My point is: IIMs don’t stand a chance in these surveys even if they deserve it.

Student diversity

Agreed that 70% of IIMs are engineers, but I wouldn’t call it staid, particularly in the Indian context where Engineering is given so much of importance. It’s not that talented people from all streams are not given a chance and only engineers are pulled in. Most of the good guys go to engineering.

But overall, a really great attempt to give an overall picture.

Thursday, February 09, 2006

Make XP run faster

I had a lot of trouble with Windows XP. Despite a Centrino 256MB RAM laptop that's just about 2 years old, XP was really slow. Infact I felt it to be slower than my Celeron 400 Windows 98 128MB RAM machine I have back home. I felt the situation to be very similar to Parkinson's Law: Resource requirements expand to fill in resource availability - similar to "Work expands to fill in the available time".

Anyway, thanks to S Anand, I came across a bunch of tips to make the system fast. And it works. The speed difference is visible. If you an XP based system, this is certainly worth a shot!

Tuesday, February 07, 2006

B-school lingo

Instant messaging lingo: a/s/l - for Age/Sex/Location.

Placements time B-school lingo: p/s/l - Profile/Salary/Location. :)

Wednesday, February 01, 2006

The-next-IIM story, yet again

I drew a lot of flak when I opined that Shillong is not exactly the best place for setting up an IIM. But here's another (quite confusing) news clip.

A TOI article says the next IIM is going to be in Pune (via Manish), which is one of the three cities I said was ideal for setting up an IIM - considering the location, accessibility and other benefits.

Anyway, what's not clear is whether the Pune IIM would be the eighth IIM or the seventh one instead of Shillong. The other thing that's not clear is why, unlike other premier B-schools the world over (Harvard, Wharton etc), the existing IIMs can't take in more people, which would negate the setting up of new IIMs itself. I'm sure there are reasons, but just what are they?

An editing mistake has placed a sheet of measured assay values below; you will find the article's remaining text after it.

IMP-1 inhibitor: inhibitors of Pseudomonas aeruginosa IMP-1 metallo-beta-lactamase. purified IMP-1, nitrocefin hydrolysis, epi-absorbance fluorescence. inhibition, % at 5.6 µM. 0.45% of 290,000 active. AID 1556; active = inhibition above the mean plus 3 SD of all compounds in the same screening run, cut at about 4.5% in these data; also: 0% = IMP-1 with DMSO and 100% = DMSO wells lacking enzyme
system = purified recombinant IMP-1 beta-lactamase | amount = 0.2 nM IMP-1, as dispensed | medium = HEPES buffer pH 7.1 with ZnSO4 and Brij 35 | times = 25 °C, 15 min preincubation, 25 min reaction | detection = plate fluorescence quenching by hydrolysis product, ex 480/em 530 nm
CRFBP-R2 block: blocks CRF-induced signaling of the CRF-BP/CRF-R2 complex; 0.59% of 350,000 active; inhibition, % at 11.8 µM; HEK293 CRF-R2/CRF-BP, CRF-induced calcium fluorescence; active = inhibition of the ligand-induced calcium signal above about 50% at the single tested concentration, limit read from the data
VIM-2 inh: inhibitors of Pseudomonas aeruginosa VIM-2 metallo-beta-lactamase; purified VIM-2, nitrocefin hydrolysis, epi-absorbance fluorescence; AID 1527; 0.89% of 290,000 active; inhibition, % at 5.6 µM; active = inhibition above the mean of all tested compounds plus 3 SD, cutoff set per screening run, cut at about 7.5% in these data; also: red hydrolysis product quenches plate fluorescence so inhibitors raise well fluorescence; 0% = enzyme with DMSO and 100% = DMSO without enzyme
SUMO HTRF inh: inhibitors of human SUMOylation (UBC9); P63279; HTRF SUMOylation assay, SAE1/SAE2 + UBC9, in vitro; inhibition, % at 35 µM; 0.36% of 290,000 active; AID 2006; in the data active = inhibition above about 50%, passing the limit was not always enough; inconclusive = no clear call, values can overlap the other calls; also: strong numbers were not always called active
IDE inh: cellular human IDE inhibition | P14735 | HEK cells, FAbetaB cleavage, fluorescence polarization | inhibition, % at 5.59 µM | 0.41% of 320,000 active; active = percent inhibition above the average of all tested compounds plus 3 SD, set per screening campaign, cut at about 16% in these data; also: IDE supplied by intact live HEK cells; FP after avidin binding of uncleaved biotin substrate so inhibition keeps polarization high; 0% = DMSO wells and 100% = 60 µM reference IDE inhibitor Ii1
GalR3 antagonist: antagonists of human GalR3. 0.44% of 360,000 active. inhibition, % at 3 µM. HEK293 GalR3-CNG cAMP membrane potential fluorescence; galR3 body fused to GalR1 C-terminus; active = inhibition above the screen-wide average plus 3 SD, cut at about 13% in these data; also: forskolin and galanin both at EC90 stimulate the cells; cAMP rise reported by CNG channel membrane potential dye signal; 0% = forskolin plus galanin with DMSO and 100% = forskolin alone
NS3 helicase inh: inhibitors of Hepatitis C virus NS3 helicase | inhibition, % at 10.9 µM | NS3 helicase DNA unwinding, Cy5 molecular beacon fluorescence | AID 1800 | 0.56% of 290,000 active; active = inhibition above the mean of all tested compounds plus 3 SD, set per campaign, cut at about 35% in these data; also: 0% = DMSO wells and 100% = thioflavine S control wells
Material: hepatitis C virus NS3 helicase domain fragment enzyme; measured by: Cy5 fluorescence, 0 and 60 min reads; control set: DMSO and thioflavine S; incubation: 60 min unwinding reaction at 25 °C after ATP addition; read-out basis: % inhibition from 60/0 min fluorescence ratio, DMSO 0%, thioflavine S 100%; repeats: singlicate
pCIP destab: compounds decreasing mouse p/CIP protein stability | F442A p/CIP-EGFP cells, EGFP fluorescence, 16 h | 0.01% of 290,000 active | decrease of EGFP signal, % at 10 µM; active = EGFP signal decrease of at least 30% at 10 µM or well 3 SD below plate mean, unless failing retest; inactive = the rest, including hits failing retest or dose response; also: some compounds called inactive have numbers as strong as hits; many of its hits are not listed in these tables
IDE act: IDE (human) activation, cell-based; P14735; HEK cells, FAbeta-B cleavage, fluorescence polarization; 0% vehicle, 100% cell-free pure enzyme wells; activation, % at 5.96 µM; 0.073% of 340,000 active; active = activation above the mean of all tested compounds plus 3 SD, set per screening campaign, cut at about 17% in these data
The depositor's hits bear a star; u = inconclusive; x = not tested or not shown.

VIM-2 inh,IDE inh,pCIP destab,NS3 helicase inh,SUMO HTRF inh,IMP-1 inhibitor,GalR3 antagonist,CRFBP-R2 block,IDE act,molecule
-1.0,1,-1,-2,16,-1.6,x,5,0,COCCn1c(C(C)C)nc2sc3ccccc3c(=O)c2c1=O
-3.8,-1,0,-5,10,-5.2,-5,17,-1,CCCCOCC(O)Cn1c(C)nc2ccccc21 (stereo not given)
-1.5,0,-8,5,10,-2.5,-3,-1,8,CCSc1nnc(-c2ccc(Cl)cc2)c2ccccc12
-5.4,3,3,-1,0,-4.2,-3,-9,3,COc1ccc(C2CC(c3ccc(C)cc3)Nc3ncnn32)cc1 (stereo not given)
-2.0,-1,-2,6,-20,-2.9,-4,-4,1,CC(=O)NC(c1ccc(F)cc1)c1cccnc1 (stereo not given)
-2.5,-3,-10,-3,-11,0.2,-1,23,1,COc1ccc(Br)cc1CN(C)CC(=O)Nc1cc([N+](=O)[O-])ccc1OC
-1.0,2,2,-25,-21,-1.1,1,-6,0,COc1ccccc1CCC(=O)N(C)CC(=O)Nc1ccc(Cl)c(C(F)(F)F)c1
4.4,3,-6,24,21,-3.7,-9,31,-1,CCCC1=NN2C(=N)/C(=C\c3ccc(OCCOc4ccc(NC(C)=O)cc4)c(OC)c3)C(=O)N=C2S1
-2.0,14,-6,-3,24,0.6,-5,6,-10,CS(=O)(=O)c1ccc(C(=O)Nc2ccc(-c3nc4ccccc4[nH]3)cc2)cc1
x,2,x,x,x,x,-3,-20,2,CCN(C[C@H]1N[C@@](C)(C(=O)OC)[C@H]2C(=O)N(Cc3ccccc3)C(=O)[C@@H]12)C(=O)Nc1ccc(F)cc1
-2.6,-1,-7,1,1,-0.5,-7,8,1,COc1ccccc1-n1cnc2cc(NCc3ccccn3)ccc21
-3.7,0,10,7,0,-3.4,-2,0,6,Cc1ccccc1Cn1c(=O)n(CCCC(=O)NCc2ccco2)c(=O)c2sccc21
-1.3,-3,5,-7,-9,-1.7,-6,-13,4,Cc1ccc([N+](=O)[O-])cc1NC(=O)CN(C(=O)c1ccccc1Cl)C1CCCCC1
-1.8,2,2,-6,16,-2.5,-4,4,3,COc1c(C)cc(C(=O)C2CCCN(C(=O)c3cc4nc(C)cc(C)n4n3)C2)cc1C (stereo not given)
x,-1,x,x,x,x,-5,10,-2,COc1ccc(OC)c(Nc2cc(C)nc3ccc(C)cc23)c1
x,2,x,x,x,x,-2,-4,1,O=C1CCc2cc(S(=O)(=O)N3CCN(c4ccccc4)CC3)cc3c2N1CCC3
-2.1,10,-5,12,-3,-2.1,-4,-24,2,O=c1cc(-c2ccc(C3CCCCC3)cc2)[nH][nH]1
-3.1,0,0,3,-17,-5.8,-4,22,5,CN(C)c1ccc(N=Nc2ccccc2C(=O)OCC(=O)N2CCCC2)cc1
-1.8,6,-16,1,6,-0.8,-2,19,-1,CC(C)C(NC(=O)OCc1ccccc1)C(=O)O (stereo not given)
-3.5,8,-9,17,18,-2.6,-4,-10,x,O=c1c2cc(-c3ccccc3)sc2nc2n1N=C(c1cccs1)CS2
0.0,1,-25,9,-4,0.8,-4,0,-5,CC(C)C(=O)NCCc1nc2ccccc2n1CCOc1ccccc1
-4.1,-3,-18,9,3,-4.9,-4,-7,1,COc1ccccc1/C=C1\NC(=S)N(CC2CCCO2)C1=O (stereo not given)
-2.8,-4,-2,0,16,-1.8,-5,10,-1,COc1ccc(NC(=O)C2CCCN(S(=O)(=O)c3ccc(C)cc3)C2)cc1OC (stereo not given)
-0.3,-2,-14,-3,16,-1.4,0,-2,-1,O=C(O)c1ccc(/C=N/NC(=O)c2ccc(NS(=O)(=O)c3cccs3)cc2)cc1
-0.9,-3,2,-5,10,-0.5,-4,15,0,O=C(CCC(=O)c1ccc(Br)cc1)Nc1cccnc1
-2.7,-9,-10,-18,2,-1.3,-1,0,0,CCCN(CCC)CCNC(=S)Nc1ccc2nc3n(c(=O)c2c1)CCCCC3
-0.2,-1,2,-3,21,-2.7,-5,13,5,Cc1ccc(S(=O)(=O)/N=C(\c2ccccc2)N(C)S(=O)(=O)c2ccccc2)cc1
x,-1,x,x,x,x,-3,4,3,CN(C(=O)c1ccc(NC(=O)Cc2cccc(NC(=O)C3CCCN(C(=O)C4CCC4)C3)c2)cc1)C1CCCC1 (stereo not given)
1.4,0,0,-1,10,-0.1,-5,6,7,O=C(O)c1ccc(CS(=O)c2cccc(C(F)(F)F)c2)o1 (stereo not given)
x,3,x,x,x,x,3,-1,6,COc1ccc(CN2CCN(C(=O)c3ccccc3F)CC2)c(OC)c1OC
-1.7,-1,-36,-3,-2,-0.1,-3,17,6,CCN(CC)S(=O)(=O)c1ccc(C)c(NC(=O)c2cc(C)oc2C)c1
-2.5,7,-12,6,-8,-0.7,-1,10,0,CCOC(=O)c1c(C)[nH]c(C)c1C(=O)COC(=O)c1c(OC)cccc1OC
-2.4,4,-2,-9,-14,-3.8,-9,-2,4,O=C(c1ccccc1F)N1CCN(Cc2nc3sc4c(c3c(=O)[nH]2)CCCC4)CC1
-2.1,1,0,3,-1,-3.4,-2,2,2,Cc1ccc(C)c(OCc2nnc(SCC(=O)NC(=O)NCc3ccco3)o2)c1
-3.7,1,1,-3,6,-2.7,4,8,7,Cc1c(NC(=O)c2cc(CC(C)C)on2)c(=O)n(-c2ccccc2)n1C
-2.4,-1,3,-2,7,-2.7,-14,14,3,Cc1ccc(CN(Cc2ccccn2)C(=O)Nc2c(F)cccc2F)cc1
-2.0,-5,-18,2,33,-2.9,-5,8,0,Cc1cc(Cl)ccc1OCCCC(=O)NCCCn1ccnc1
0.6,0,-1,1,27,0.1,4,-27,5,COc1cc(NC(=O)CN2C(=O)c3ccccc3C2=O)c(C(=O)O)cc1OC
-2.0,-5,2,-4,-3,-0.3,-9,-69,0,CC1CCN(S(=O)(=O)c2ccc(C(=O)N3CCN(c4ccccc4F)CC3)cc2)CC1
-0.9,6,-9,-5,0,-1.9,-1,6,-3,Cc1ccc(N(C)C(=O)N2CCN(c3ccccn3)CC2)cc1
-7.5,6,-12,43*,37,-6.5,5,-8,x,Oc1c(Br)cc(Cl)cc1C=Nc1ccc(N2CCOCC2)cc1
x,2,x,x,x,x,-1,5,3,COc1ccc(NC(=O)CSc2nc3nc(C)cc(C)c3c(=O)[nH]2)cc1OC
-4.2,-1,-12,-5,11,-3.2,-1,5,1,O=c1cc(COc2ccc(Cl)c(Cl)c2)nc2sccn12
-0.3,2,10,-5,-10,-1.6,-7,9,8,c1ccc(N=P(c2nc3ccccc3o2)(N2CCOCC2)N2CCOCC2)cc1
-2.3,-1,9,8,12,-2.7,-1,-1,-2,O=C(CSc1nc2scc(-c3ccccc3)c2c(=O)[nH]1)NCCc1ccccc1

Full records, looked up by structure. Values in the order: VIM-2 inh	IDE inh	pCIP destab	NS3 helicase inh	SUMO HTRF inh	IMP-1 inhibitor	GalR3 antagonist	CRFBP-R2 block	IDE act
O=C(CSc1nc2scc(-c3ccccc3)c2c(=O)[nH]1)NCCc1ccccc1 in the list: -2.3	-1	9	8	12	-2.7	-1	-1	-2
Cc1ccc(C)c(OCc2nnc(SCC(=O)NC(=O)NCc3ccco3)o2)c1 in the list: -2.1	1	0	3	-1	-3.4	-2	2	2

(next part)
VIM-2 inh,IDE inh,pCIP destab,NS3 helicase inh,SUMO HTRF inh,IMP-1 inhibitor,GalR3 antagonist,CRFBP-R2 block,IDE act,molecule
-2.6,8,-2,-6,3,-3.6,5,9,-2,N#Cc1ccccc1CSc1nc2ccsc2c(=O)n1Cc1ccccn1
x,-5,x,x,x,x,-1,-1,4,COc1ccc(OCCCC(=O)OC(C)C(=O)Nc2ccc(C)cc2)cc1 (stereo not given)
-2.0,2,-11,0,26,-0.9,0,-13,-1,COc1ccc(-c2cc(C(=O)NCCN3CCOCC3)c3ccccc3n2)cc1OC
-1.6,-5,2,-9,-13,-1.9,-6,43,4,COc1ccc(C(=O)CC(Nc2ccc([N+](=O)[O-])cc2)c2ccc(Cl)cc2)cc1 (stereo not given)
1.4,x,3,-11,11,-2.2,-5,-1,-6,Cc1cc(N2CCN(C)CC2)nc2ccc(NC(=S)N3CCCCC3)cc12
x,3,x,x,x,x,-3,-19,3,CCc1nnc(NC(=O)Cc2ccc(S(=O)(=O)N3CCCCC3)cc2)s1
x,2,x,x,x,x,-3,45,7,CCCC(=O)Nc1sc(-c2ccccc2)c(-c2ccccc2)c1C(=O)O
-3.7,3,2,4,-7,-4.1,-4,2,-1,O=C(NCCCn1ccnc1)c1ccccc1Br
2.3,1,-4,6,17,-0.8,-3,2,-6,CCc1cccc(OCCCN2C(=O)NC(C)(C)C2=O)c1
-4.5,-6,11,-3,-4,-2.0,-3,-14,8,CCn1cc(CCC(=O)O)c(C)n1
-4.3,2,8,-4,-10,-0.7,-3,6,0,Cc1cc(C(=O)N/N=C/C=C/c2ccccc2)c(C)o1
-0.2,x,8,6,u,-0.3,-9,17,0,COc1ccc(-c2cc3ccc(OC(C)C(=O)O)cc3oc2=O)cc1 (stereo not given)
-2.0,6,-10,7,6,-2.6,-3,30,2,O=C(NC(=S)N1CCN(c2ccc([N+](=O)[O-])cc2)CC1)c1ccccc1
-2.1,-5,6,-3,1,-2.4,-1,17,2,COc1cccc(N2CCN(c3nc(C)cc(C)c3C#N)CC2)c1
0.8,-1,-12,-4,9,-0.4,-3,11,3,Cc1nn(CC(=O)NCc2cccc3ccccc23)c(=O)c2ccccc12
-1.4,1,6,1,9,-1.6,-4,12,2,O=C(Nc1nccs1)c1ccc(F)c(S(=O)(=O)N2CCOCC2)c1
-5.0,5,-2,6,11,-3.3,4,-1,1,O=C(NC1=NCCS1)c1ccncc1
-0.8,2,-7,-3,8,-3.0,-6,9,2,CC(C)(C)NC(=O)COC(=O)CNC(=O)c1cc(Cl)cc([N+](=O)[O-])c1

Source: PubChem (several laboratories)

Rang de Basanthi - a zenith in Indian cinema

[Spoilers kept as minimum as possible]

I heard/read so many goodies about the movie that I couldn’t afford to miss it. But then, being a movie connoisseur (as I’d like to call myself :-) ) who loves to hate the so-called youth and teeny-weeny nonsense of movies, I thought enough not to listen to/read in-depth reviews and story-line discussions. And I’m so glad I didn’t.

The last time I saw a Bollywood movie in a theatre was when “Maine Pyar Kyun Kiya” was released. And boy, that movie sucked. Big-time. More so when I started hearing that it was becoming a hit in Indore. I was amazed at how a movie could run without any story-line whatever, and only based on what I’d call bull-shit humour. I guess I’m going to get a lot of flak for this, but I really think that movie was a nadir in movie-making itself. Anyway, the point is: my expectations were pretty low.

And then I saw Rang de Basanthi (RDB). I should say that RDB had it in it to captivate me right from the word-go. The start was beautiful. The first half was funny. The second half was passionate. The music was colorful (as odd as it sounds). The video-editing was breathtaking (I’m into bits and pieces of personal movie-making, and RDB looked like the impossible that I’ve always wanted to do).

The best part, I guess, is the story itself. It takes a genius to give such an offbeat start, digress on and off into history, while keeping the story alive in the present and taking it in a completely new dimension in the end. Honestly, no one would’ve ever thought the movie would have an end like what it did.

Now to some negatives.

As near-perfect as it was, I didn’t like the concept of violence portrayed as a means to justify rebellion. No doubt it worked - it was easy to see that it struck a chord with the mass. The audience suddenly came alive when the heroes took to rebellion. I guess everyone has a violent side waiting to break open somewhere deep down and movies like these are the outlets. It’s been beautifully summarized by Chandoo too.

Critics apart, it’s really the next big thing in Bollywood and, for that matter, in Indian cinema. Just go watch it. If haven’t yet, that is.